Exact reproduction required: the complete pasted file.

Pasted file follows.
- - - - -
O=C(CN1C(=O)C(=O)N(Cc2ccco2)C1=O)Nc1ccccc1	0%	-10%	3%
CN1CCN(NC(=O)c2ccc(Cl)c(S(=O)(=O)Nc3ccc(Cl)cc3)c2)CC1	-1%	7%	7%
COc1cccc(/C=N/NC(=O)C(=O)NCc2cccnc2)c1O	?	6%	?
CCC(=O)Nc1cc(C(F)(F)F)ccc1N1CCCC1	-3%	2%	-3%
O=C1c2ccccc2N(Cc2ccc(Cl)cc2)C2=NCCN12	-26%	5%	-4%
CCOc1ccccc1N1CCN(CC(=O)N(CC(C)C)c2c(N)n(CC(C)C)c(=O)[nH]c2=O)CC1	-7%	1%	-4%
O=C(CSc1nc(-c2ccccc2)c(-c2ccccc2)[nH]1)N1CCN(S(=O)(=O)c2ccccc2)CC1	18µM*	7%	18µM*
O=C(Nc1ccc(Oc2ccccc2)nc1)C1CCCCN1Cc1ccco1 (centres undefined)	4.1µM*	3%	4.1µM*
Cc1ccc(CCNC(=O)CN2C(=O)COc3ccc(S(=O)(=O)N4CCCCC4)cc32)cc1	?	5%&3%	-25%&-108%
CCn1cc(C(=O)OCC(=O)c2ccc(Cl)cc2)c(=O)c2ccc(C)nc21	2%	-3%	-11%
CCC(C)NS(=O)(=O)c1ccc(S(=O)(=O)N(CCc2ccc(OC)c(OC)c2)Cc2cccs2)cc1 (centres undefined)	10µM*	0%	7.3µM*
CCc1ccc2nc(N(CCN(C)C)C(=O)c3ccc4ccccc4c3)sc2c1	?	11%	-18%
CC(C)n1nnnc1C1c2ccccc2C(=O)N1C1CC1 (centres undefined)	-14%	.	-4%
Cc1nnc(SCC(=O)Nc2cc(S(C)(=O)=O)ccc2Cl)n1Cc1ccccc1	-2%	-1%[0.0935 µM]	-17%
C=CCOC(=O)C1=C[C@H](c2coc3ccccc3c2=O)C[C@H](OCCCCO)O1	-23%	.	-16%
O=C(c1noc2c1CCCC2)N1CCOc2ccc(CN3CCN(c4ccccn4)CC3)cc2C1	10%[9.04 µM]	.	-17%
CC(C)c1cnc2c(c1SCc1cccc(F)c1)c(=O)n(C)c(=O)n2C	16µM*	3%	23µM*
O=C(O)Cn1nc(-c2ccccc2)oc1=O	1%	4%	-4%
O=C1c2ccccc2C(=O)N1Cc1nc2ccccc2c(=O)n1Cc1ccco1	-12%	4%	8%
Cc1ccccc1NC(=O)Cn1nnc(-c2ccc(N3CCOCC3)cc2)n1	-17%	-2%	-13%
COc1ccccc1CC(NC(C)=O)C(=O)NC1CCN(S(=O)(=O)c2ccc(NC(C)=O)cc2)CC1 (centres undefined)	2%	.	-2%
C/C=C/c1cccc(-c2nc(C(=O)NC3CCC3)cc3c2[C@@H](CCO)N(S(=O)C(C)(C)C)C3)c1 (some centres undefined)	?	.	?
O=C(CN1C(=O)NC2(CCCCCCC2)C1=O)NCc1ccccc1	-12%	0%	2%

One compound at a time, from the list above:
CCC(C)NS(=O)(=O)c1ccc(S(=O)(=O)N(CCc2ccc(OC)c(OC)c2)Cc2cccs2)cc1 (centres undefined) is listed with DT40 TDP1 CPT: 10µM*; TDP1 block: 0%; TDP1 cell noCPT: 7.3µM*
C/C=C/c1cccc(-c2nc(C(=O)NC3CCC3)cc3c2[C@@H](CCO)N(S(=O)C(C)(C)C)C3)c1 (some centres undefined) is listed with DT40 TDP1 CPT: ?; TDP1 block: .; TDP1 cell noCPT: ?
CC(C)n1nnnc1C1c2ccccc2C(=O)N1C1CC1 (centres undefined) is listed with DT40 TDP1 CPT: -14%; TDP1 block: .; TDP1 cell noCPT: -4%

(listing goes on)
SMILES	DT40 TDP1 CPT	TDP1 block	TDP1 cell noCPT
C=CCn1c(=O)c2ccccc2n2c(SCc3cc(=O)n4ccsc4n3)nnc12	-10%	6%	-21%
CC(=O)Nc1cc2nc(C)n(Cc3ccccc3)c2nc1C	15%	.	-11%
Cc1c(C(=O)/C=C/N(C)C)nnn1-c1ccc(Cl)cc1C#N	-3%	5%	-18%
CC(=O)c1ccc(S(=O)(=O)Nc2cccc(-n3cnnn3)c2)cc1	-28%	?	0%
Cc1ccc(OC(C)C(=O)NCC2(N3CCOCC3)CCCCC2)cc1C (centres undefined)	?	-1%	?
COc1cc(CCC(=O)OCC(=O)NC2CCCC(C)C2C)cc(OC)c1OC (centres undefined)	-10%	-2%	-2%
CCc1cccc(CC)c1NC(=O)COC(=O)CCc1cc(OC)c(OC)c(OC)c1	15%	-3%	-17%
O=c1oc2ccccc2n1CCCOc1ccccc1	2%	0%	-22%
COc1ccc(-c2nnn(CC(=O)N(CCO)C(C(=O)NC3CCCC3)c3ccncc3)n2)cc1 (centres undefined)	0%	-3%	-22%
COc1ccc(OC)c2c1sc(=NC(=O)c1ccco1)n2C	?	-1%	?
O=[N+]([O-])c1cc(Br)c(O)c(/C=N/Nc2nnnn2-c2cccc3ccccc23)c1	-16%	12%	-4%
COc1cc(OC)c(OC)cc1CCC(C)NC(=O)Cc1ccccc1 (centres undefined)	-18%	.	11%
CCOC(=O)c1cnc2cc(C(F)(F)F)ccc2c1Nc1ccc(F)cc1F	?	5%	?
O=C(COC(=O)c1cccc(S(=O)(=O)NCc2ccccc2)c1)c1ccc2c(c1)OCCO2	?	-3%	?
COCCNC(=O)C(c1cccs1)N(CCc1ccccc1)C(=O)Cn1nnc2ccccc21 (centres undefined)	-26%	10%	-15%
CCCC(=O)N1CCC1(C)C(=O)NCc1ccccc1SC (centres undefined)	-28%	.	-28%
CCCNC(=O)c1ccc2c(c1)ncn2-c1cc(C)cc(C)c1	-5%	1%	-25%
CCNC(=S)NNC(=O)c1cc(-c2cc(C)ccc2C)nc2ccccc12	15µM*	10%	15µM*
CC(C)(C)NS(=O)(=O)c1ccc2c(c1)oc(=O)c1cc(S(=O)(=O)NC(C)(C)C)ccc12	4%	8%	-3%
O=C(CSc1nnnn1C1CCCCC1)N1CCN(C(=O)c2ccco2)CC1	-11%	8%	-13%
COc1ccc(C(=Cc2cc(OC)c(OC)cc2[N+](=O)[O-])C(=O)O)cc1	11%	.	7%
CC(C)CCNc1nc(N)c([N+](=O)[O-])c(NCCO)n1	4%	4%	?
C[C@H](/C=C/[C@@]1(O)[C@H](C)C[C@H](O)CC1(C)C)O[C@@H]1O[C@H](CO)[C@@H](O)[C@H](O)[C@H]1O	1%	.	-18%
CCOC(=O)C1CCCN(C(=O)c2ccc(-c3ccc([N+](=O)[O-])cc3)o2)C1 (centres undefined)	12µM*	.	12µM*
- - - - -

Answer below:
O=C(CN1C(=O)C(=O)N(Cc2ccco2)C1=O)Nc1ccccc1	0%	-10%	3%
CN1CCN(NC(=O)c2ccc(Cl)c(S(=O)(=O)Nc3ccc(Cl)cc3)c2)CC1	-1%	7%	7%
COc1cccc(/C=N/NC(=O)C(=O)NCc2cccnc2)c1O	?	6%	?
CCC(=O)Nc1cc(C(F)(F)F)ccc1N1CCCC1	-3%	2%	-3%
O=C1c2ccccc2N(Cc2ccc(Cl)cc2)C2=NCCN12	-26%	5%	-4%
CCOc1ccccc1N1CCN(CC(=O)N(CC(C)C)c2c(N)n(CC(C)C)c(=O)[nH]c2=O)CC1	-7%	1%	-4%
O=C(CSc1nc(-c2ccccc2)c(-c2ccccc2)[nH]1)N1CCN(S(=O)(=O)c2ccccc2)CC1	18µM*	7%	18µM*
O=C(Nc1ccc(Oc2ccccc2)nc1)C1CCCCN1Cc1ccco1 (centres undefined)	4.1µM*	3%	4.1µM*
Cc1ccc(CCNC(=O)CN2C(=O)COc3ccc(S(=O)(=O)N4CCCCC4)cc32)cc1	?	5%&3%	-25%&-108%
CCn1cc(C(=O)OCC(=O)c2ccc(Cl)cc2)c(=O)c2ccc(C)nc21	2%	-3%	-11%
CCC(C)NS(=O)(=O)c1ccc(S(=O)(=O)N(CCc2ccc(OC)c(OC)c2)Cc2cccs2)cc1 (centres undefined)	10µM*	0%	7.3µM*
CCc1ccc2nc(N(CCN(C)C)C(=O)c3ccc4ccccc4c3)sc2c1	?	11%	-18%
CC(C)n1nnnc1C1c2ccccc2C(=O)N1C1CC1 (centres undefined)	-14%	.	-4%
Cc1nnc(SCC(=O)Nc2cc(S(C)(=O)=O)ccc2Cl)n1Cc1ccccc1	-2%	-1%[0.0935 µM]	-17%
C=CCOC(=O)C1=C[C@H](c2coc3ccccc3c2=O)C[C@H](OCCCCO)O1	-23%	.	-16%
O=C(c1noc2c1CCCC2)N1CCOc2ccc(CN3CCN(c4ccccn4)CC3)cc2C1	10%[9.04 µM]	.	-17%
CC(C)c1cnc2c(c1SCc1cccc(F)c1)c(=O)n(C)c(=O)n2C	16µM*	3%	23µM*
O=C(O)Cn1nc(-c2ccccc2)oc1=O	1%	4%	-4%
O=C1c2ccccc2C(=O)N1Cc1nc2ccccc2c(=O)n1Cc1ccco1	-12%	4%	8%
Cc1ccccc1NC(=O)Cn1nnc(-c2ccc(N3CCOCC3)cc2)n1	-17%	-2%	-13%
COc1ccccc1CC(NC(C)=O)C(=O)NC1CCN(S(=O)(=O)c2ccc(NC(C)=O)cc2)CC1 (centres undefined)	2%	.	-2%
C/C=C/c1cccc(-c2nc(C(=O)NC3CCC3)cc3c2[C@@H](CCO)N(S(=O)C(C)(C)C)C3)c1 (some centres undefined)	?	.	?
O=C(CN1C(=O)NC2(CCCCCCC2)C1=O)NCc1ccccc1	-12%	0%	2%

One compound at a time, from the list above:
CCC(C)NS(=O)(=O)c1ccc(S(=O)(=O)N(CCc2ccc(OC)c(OC)c2)Cc2cccs2)cc1 (centres undefined) is listed with DT40 TDP1 CPT: 10µM*; TDP1 block: 0%; TDP1 cell noCPT: 7.3µM*
C/C=C/c1cccc(-c2nc(C(=O)NC3CCC3)cc3c2[C@@H](CCO)N(S(=O)C(C)(C)C)C3)c1 (some centres undefined) is listed with DT40 TDP1 CPT: ?; TDP1 block: .; TDP1 cell noCPT: ?
CC(C)n1nnnc1C1c2ccccc2C(=O)N1C1CC1 (centres undefined) is listed with DT40 TDP1 CPT: -14%; TDP1 block: .; TDP1 cell noCPT: -4%

(listing goes on)
SMILES	DT40 TDP1 CPT	TDP1 block	TDP1 cell noCPT
C=CCn1c(=O)c2ccccc2n2c(SCc3cc(=O)n4ccsc4n3)nnc12	-10%	6%	-21%
CC(=O)Nc1cc2nc(C)n(Cc3ccccc3)c2nc1C	15%	.	-11%
Cc1c(C(=O)/C=C/N(C)C)nnn1-c1ccc(Cl)cc1C#N	-3%	5%	-18%
CC(=O)c1ccc(S(=O)(=O)Nc2cccc(-n3cnnn3)c2)cc1	-28%	?	0%
Cc1ccc(OC(C)C(=O)NCC2(N3CCOCC3)CCCCC2)cc1C (centres undefined)	?	-1%	?
COc1cc(CCC(=O)OCC(=O)NC2CCCC(C)C2C)cc(OC)c1OC (centres undefined)	-10%	-2%	-2%
CCc1cccc(CC)c1NC(=O)COC(=O)CCc1cc(OC)c(OC)c(OC)c1	15%	-3%	-17%
O=c1oc2ccccc2n1CCCOc1ccccc1	2%	0%	-22%
COc1ccc(-c2nnn(CC(=O)N(CCO)C(C(=O)NC3CCCC3)c3ccncc3)n2)cc1 (centres undefined)	0%	-3%	-22%
COc1ccc(OC)c2c1sc(=NC(=O)c1ccco1)n2C	?	-1%	?
O=[N+]([O-])c1cc(Br)c(O)c(/C=N/Nc2nnnn2-c2cccc3ccccc23)c1	-16%	12%	-4%
COc1cc(OC)c(OC)cc1CCC(C)NC(=O)Cc1ccccc1 (centres undefined)	-18%	.	11%
CCOC(=O)c1cnc2cc(C(F)(F)F)ccc2c1Nc1ccc(F)cc1F	?	5%	?
O=C(COC(=O)c1cccc(S(=O)(=O)NCc2ccccc2)c1)c1ccc2c(c1)OCCO2	?	-3%	?
COCCNC(=O)C(c1cccs1)N(CCc1ccccc1)C(=O)Cn1nnc2ccccc21 (centres undefined)	-26%	10%	-15%
CCCC(=O)N1CCC1(C)C(=O)NCc1ccccc1SC (centres undefined)	-28%	.	-28%
CCCNC(=O)c1ccc2c(c1)ncn2-c1cc(C)cc(C)c1	-5%	1%	-25%
CCNC(=S)NNC(=O)c1cc(-c2cc(C)ccc2C)nc2ccccc12	15µM*	10%	15µM*
CC(C)(C)NS(=O)(=O)c1ccc2c(c1)oc(=O)c1cc(S(=O)(=O)NC(C)(C)C)ccc12	4%	8%	-3%
O=C(CSc1nnnn1C1CCCCC1)N1CCN(C(=O)c2ccco2)CC1	-11%	8%	-13%
COc1ccc(C(=Cc2cc(OC)c(OC)cc2[N+](=O)[O-])C(=O)O)cc1	11%	.	7%
CC(C)CCNc1nc(N)c([N+](=O)[O-])c(NCCO)n1	4%	4%	?
C[C@H](/C=C/[C@@]1(O)[C@H](C)C[C@H](O)CC1(C)C)O[C@@H]1O[C@H](CO)[C@@H](O)[C@H](O)[C@H]1O	1%	.	-18%
CCOC(=O)C1CCCN(C(=O)c2ccc(-c3ccc([N+](=O)[O-])cc3)o2)C1 (centres undefined)	12µM*	.	12µM*